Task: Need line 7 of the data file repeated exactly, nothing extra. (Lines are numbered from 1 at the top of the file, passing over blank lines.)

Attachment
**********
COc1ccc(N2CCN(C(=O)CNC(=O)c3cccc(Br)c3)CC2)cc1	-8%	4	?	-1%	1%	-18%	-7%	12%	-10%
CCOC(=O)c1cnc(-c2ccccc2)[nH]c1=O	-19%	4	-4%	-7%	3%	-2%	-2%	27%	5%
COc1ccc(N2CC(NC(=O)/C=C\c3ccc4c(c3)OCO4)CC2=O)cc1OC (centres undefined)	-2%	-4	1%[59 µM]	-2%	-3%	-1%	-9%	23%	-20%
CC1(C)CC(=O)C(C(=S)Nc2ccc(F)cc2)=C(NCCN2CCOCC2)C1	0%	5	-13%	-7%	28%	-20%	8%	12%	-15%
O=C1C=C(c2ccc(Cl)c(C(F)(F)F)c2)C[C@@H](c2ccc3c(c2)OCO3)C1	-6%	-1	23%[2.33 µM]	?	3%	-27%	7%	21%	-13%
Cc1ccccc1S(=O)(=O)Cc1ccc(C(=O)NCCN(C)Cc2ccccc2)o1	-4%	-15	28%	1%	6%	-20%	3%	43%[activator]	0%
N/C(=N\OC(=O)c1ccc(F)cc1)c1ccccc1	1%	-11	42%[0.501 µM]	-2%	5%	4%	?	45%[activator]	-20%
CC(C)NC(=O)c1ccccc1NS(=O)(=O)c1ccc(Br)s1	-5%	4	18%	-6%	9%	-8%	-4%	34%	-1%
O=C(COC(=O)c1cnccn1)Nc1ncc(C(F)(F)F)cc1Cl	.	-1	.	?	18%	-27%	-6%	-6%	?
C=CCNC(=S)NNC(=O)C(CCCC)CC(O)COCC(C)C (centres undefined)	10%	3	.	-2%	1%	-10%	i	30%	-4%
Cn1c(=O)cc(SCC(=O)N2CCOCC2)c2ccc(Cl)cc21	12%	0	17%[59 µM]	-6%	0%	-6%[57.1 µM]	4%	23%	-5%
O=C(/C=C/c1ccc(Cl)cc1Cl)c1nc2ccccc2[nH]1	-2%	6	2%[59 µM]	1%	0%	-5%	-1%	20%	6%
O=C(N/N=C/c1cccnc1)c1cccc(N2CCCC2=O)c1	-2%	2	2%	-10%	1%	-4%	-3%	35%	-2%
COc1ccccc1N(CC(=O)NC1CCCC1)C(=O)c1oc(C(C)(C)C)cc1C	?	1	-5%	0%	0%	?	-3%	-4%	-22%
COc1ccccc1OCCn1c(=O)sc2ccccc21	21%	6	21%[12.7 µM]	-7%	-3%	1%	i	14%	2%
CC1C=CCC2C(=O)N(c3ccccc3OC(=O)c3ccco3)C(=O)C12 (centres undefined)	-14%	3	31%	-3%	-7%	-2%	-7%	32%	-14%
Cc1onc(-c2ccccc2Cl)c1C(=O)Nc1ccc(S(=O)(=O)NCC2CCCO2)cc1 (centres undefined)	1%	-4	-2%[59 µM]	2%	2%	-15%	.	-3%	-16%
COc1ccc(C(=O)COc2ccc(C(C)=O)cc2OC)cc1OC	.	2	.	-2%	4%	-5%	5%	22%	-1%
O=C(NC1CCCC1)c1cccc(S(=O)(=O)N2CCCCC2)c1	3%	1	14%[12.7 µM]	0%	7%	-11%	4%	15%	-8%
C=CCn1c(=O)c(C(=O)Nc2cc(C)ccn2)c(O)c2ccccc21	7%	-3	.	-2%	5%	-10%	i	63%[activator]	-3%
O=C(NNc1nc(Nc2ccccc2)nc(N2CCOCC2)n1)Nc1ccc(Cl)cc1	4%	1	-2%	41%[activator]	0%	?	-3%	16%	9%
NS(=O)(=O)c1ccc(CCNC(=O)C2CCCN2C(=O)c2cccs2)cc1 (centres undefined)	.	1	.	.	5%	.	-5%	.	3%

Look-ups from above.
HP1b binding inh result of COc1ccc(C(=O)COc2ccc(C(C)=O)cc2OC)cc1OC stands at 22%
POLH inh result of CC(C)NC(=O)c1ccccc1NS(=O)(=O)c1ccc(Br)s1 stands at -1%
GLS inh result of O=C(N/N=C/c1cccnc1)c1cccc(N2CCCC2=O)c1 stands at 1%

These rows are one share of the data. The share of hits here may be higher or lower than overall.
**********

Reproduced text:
N/C(=N\OC(=O)c1ccc(F)cc1)c1ccccc1	1%	-11	42%[0.501 µM]	-2%	5%	4%	?	45%[activator]	-20%